Reflections of Yesteryear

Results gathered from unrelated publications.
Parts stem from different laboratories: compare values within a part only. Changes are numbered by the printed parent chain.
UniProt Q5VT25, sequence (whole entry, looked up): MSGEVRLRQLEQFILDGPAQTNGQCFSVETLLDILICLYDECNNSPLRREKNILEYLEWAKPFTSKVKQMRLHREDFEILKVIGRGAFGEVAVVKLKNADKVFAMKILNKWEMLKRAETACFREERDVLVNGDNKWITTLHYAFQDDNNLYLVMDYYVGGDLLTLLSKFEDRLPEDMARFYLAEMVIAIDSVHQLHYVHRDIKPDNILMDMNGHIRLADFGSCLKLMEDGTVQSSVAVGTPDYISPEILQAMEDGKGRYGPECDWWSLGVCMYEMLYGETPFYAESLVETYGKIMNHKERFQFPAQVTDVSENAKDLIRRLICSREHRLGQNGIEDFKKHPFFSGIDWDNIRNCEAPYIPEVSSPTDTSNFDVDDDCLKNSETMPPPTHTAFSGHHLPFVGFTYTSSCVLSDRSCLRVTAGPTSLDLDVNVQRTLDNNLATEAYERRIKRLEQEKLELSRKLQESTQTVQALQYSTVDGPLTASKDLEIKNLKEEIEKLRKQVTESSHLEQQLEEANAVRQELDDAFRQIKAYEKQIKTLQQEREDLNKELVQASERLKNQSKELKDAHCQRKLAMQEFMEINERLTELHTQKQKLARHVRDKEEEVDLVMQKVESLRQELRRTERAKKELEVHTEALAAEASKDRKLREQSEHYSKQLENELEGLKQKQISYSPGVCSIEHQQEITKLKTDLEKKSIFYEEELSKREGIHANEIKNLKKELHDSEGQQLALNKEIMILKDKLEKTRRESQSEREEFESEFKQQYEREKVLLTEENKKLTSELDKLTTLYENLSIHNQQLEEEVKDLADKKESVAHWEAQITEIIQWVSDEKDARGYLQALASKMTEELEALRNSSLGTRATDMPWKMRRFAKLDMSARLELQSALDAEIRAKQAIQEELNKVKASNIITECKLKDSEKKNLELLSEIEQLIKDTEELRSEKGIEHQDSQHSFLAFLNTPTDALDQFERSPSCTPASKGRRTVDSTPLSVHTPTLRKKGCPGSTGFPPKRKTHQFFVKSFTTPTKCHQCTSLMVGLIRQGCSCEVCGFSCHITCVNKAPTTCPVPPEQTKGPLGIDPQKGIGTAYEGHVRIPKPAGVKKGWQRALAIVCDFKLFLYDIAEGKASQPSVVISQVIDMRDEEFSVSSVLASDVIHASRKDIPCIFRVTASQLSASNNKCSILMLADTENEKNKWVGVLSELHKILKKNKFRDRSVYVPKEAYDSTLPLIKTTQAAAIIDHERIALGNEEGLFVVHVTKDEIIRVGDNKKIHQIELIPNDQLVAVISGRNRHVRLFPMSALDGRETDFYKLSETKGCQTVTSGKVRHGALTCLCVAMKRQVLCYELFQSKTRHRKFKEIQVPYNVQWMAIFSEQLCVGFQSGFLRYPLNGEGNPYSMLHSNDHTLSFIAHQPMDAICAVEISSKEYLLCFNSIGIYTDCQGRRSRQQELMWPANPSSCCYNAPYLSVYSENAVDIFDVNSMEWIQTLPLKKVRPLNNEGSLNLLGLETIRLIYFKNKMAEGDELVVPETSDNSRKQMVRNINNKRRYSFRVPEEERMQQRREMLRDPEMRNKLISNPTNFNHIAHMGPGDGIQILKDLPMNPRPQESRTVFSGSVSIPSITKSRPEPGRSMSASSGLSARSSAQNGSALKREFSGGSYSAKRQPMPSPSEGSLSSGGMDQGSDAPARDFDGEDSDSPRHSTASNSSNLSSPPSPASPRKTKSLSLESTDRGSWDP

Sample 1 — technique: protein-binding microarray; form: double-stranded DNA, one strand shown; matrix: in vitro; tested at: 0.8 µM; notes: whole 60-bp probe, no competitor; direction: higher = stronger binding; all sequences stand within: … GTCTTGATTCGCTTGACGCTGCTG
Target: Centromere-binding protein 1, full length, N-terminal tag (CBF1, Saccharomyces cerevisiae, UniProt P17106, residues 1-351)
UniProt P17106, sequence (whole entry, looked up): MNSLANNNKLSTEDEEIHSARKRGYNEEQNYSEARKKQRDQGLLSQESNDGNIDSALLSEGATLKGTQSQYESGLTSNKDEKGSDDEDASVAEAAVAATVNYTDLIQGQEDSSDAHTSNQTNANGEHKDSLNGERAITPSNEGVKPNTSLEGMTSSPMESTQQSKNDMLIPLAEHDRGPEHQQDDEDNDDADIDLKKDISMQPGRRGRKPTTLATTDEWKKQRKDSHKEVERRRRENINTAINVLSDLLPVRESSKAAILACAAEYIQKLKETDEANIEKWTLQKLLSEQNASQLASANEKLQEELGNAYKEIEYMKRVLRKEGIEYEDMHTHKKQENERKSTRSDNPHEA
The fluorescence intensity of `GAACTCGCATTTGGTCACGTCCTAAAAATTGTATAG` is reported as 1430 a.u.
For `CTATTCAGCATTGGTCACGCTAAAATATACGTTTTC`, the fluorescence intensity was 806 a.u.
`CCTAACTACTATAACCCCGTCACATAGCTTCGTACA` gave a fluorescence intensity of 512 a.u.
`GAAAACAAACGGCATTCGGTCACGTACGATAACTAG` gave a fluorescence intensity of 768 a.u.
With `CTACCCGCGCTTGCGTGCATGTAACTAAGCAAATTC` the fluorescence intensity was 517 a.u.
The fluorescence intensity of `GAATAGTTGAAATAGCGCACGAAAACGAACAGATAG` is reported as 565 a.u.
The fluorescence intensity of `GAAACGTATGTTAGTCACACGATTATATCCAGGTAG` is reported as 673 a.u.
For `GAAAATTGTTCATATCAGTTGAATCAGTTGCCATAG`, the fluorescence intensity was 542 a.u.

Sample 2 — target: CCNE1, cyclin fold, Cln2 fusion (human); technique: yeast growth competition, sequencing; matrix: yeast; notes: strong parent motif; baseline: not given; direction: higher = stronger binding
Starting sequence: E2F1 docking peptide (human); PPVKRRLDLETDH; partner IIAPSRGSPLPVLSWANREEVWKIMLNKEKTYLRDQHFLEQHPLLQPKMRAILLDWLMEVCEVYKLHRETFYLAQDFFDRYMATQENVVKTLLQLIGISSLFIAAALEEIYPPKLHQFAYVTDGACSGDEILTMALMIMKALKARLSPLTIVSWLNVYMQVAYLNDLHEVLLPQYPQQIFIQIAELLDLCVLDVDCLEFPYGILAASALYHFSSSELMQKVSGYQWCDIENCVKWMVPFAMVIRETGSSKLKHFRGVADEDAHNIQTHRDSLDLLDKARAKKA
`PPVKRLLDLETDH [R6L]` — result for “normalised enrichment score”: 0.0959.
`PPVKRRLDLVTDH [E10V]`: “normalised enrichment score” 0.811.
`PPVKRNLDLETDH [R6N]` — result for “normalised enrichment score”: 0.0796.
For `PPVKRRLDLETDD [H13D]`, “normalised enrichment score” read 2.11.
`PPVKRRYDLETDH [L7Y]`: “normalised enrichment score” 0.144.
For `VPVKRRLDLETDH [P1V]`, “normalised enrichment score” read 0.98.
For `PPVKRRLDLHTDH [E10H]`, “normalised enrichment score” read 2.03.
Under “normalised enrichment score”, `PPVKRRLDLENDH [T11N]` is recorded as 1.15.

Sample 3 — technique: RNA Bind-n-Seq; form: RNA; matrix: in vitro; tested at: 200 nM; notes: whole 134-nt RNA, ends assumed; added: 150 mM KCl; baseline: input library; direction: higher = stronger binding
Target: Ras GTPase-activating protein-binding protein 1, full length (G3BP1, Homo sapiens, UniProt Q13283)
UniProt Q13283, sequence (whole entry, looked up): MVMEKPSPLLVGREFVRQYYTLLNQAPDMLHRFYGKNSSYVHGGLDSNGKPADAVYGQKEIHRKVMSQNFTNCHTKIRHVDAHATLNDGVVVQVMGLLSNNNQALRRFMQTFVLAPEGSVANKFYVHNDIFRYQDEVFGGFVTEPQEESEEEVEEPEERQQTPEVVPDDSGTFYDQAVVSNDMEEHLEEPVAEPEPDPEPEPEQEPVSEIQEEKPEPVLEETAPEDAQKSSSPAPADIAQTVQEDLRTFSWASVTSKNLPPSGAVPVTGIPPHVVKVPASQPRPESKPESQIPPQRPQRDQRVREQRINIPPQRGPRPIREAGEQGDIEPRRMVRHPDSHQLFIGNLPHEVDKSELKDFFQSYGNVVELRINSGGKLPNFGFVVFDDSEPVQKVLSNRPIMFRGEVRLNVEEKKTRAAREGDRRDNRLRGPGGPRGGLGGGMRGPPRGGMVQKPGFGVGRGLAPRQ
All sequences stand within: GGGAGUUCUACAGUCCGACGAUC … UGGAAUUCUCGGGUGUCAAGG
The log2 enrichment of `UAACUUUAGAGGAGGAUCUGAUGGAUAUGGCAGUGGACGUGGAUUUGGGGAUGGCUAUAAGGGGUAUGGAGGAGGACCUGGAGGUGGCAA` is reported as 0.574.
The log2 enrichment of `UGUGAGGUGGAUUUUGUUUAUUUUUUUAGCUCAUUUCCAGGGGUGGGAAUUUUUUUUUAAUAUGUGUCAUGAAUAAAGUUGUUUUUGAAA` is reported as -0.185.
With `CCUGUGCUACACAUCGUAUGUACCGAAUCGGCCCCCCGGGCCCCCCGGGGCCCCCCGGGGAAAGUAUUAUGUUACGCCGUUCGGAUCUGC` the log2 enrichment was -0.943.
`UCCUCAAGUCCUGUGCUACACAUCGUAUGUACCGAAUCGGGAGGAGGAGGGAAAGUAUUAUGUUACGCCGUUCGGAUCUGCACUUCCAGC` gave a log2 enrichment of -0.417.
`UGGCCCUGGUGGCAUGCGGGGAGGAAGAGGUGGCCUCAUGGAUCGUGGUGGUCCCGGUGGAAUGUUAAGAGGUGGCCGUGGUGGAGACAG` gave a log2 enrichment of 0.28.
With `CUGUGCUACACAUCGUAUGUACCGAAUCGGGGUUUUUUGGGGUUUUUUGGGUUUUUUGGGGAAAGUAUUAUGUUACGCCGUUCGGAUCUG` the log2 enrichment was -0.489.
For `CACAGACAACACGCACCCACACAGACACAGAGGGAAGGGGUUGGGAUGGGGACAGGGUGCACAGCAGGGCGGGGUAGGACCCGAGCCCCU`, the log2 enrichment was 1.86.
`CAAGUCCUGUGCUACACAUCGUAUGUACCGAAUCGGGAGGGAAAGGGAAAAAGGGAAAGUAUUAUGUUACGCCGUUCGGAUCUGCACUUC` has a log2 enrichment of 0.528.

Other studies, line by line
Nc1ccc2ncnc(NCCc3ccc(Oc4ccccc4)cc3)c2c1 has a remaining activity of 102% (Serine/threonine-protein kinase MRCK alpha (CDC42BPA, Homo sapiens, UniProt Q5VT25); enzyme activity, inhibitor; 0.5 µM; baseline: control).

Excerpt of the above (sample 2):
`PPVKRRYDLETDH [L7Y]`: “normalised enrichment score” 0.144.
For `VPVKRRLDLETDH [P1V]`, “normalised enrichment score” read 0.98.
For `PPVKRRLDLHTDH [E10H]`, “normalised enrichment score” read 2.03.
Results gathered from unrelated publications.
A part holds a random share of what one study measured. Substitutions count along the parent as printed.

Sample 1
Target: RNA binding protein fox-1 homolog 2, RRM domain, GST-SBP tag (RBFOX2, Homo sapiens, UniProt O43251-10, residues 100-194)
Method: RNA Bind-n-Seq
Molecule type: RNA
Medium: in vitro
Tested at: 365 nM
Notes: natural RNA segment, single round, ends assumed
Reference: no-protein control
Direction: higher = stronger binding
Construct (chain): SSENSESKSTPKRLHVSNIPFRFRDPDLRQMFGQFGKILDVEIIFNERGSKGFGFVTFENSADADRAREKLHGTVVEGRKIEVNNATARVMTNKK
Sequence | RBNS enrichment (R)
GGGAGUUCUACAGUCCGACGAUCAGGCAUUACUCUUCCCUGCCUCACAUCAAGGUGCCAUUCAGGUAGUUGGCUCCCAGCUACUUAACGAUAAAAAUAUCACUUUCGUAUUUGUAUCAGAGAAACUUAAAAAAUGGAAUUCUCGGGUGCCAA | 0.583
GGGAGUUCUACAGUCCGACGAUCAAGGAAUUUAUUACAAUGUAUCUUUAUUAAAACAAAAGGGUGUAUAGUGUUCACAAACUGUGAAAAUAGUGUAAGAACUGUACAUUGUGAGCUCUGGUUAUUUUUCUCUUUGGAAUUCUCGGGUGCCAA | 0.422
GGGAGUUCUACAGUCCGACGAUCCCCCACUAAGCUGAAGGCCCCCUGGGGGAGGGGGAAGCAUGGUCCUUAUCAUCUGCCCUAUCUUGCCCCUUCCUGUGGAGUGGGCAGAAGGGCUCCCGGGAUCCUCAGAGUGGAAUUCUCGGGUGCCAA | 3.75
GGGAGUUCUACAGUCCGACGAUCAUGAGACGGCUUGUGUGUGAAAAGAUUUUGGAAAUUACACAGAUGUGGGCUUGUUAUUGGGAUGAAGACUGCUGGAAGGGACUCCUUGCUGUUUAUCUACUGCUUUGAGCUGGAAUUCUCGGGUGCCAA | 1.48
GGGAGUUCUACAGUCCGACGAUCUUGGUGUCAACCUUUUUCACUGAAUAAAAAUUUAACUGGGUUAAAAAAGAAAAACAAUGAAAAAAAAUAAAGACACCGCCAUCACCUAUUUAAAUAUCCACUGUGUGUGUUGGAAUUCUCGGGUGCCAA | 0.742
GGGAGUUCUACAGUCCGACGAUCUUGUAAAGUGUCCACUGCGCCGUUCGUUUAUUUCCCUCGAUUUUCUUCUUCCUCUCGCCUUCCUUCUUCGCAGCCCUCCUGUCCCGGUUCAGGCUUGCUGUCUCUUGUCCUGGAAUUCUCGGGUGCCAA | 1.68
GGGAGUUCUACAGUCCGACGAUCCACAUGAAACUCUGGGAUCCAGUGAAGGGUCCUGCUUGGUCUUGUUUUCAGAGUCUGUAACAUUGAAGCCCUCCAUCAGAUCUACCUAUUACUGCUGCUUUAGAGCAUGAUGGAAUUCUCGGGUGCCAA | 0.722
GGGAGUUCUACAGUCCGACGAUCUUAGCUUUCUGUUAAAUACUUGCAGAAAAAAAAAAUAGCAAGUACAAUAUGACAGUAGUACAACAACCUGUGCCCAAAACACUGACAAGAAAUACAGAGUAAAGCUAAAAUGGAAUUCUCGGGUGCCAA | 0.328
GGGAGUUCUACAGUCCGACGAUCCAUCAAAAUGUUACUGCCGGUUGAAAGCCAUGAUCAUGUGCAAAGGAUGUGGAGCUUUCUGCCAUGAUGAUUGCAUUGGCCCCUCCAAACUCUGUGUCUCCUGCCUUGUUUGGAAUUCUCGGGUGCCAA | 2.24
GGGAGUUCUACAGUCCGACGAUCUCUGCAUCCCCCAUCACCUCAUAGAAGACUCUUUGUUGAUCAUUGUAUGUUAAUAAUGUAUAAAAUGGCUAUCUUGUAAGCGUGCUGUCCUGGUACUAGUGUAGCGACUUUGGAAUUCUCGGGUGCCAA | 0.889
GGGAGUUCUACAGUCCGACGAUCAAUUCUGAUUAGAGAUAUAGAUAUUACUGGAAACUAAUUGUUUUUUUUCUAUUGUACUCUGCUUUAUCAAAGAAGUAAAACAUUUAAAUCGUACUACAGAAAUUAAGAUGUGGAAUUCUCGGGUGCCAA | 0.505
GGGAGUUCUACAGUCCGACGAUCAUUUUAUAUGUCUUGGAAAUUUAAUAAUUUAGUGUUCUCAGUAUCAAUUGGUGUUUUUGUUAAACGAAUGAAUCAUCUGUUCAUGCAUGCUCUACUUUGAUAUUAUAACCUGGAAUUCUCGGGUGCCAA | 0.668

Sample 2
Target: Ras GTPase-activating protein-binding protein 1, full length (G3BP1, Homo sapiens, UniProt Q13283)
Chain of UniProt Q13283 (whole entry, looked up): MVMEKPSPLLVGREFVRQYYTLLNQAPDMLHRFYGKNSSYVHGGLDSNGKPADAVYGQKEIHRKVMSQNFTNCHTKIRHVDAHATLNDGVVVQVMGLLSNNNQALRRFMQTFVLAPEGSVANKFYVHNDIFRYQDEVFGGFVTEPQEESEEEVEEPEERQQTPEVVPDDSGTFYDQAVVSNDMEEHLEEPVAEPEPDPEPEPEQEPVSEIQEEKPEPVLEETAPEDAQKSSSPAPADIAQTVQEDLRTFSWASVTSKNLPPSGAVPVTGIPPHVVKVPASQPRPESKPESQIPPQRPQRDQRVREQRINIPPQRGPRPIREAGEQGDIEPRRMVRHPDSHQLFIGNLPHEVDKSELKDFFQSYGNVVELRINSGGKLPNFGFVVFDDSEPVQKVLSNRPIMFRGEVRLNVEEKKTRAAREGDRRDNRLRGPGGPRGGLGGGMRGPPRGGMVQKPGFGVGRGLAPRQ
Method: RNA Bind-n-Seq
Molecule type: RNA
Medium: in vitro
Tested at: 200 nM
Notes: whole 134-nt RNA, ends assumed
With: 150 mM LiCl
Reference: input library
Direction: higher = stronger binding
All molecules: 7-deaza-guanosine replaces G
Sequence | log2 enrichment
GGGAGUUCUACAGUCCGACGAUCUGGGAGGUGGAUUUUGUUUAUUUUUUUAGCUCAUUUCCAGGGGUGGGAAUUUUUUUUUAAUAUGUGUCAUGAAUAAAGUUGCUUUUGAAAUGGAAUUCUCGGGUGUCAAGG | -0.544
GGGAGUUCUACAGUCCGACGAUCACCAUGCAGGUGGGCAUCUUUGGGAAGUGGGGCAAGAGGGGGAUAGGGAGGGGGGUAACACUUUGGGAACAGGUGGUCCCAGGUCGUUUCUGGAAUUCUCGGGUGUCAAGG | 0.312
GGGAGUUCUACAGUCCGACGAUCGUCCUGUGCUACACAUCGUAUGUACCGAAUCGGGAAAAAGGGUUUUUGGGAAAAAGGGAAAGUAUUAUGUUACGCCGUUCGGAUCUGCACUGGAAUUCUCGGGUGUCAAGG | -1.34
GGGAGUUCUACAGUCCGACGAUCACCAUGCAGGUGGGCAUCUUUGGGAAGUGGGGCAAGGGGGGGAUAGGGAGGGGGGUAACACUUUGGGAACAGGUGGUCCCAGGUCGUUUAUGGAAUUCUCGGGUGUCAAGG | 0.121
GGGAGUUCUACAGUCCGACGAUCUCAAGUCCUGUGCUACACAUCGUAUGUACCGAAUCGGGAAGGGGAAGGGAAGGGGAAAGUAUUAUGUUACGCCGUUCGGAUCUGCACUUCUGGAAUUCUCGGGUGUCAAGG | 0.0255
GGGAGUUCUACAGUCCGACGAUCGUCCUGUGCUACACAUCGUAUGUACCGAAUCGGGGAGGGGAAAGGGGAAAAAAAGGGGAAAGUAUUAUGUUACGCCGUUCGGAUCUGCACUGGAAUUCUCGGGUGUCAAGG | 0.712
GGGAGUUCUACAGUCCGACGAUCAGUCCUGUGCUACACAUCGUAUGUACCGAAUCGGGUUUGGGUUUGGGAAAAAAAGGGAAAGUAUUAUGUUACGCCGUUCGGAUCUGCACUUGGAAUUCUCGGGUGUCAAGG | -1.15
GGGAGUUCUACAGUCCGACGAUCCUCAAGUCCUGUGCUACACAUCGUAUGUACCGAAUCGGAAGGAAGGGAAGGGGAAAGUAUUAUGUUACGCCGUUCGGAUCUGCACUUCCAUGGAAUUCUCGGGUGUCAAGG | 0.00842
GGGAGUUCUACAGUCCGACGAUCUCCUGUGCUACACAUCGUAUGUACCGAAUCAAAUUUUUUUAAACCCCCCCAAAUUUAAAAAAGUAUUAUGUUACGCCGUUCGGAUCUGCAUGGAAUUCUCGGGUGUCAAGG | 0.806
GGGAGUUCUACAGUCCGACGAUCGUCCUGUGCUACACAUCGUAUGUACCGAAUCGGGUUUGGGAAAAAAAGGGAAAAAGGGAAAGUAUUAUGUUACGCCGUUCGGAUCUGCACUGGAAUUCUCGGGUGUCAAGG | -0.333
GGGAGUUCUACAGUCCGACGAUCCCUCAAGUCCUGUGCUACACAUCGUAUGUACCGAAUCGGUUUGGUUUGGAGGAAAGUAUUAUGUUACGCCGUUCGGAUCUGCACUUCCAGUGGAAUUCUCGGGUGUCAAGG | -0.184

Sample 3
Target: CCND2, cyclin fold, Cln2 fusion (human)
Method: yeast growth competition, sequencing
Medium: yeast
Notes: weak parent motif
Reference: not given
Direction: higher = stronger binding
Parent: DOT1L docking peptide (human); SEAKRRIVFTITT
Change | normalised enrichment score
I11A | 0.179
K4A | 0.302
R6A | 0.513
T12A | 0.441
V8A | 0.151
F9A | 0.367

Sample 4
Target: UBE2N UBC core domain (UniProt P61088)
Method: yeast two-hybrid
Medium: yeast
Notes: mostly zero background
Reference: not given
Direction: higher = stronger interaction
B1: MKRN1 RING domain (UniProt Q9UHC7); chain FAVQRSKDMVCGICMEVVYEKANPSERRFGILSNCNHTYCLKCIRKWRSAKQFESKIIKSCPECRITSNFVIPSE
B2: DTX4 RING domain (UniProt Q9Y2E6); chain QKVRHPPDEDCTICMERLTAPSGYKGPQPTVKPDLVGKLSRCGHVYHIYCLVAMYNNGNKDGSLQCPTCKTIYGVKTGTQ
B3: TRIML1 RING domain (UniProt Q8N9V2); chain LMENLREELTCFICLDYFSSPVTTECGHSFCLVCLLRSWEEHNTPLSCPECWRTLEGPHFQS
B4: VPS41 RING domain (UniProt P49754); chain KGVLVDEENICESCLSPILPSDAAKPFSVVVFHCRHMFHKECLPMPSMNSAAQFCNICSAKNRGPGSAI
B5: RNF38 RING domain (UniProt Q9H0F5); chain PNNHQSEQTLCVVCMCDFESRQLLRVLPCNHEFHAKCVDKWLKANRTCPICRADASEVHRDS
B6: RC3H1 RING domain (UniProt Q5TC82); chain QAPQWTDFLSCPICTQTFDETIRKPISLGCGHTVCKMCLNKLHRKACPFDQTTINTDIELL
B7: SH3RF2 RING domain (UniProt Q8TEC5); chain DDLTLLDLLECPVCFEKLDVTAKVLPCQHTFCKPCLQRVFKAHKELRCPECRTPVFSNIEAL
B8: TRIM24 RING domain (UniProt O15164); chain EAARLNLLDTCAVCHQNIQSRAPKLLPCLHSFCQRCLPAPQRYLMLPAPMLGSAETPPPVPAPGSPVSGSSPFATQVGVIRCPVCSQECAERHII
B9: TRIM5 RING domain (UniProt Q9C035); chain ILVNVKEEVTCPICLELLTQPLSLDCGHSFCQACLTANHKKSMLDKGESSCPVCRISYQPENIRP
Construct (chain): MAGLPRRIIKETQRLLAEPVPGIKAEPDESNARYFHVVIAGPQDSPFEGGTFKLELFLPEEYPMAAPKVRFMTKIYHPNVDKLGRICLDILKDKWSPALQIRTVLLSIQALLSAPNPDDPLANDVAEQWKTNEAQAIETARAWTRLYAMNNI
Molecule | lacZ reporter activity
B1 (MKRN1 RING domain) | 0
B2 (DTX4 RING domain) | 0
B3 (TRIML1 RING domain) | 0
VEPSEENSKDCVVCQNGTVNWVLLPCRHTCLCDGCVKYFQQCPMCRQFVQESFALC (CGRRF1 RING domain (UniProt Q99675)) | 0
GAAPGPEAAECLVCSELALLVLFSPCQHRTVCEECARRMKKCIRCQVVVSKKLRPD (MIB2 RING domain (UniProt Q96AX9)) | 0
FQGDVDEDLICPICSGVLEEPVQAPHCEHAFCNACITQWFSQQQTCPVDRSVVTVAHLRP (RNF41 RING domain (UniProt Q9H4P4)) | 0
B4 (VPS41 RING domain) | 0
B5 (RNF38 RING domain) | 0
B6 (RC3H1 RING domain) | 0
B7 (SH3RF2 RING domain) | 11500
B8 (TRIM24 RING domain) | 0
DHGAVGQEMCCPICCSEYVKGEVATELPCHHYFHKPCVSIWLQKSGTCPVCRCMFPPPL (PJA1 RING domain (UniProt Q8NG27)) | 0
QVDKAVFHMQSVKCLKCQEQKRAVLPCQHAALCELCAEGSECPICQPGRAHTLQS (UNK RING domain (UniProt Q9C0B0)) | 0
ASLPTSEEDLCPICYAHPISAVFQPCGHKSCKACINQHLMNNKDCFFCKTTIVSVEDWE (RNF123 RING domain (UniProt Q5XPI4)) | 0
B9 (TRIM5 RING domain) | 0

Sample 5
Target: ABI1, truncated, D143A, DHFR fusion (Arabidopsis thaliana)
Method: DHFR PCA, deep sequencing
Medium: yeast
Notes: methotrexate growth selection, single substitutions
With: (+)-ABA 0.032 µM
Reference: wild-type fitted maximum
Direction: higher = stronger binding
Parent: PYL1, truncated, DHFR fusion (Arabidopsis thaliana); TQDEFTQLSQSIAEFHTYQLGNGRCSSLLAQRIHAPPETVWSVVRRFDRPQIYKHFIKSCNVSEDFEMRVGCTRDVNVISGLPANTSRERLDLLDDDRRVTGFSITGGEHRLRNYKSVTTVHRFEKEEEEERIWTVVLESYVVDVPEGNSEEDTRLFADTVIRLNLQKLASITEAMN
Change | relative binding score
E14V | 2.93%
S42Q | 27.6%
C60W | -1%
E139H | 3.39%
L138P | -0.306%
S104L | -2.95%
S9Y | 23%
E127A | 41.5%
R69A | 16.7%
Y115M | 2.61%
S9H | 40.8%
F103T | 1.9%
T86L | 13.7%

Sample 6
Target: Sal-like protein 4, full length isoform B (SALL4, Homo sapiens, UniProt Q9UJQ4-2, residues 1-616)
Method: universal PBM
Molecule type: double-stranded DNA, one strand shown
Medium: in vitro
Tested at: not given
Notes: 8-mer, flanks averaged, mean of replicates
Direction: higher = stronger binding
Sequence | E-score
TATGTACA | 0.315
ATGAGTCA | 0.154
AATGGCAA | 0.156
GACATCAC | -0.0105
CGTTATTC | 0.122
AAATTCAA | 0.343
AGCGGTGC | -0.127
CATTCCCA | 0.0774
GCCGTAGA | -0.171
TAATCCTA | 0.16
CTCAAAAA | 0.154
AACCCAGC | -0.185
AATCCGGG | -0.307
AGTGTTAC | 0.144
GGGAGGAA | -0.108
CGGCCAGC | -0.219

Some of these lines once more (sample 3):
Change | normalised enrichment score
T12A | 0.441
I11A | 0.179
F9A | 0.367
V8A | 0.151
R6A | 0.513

Yesterday was the graduation of our granddaughter’s 8th grade class. The ceremony was attended by close to a thousand spectators who came to see their child, sibling, grandchild, or friend receive the diploma that acknowledges completion of middle school. As I looked across the sea of faces popping from the red graduation gowns, I thought that these 8th graders looked more grown up than I remembered my own children looking at that age. Certainly the young ladies seemed much more grown up than what I remember being at that age. When I returned home I looked at my own 8th grade graduation photos. I was surprised to see that, in fact, I was looking quite “grown up” in my own right. My hair had been styled. I was wearing a fancy dress. My shoes had a small heel and I had on just a touch of makeup – something I am sure my parents did not typically allow for me at 14. I then began comparing our granddaughter’s experience to my own. The commencement ceremonies were quite different. Growing up, I attended a very small school. Our class was less than 100 students. Hers was closer to 500. Our school had no band, no orchestra. Last night’s ceremony featured the school band playing the Battle Hymn of the Republic and a very moving rendition of “For Good” by the school orchestra. Last night’s audience included family and friends, some donning graduation party accessories – oversized 2015 glasses, red streaks in the hair to show school spirit. Attire ranged from dressy to casual with some dressed in shorts and tee shirts. Back when I graduated, oh so many long years ago, family members put on their Sunday best. That I know for sure. Afterwards the children were talking about getting together at a friend’s homes for sleepovers or sitting around a bonfire. The “formal” graduation parties are scheduled from Friday night to Sunday afternoon. Back in the late 1960’s we returned home with family members for cake and ice cream. No matter how graduation celebrated, how the program is orchestrated, when the graduation party is held, or how the children or their admirers are attired, the ceremony is for a group of children to march through another stepping stone in life’s journey. They gather one last time with the classmates who sat side by side with them for their years of middle school. As a collective they are given an ovation that acknowledges their completion of 8th grade and a diploma that says they are prepared for high school. And whether the commencement was 20 years ago, 40 years ago or yesterday, it is an occasion that gives parents pause to reflect upon how quickly their child has grown and to ponder how soon this child will be off to college. Parents’ smiles bear the hint of fear of the unknown for what lies ahead for their little one. Their hearts beat a little faster as they silently whisper wishes of success and easy times in their child’s future. Graduation is the exclamation point of completion of a program. For 8th grade graduates, it is one of those moments when parents and grandparents reflect and begin to internalize how quickly this child will become an independent adult. Congratulations to all graduates and especially to our lovely granddaughter.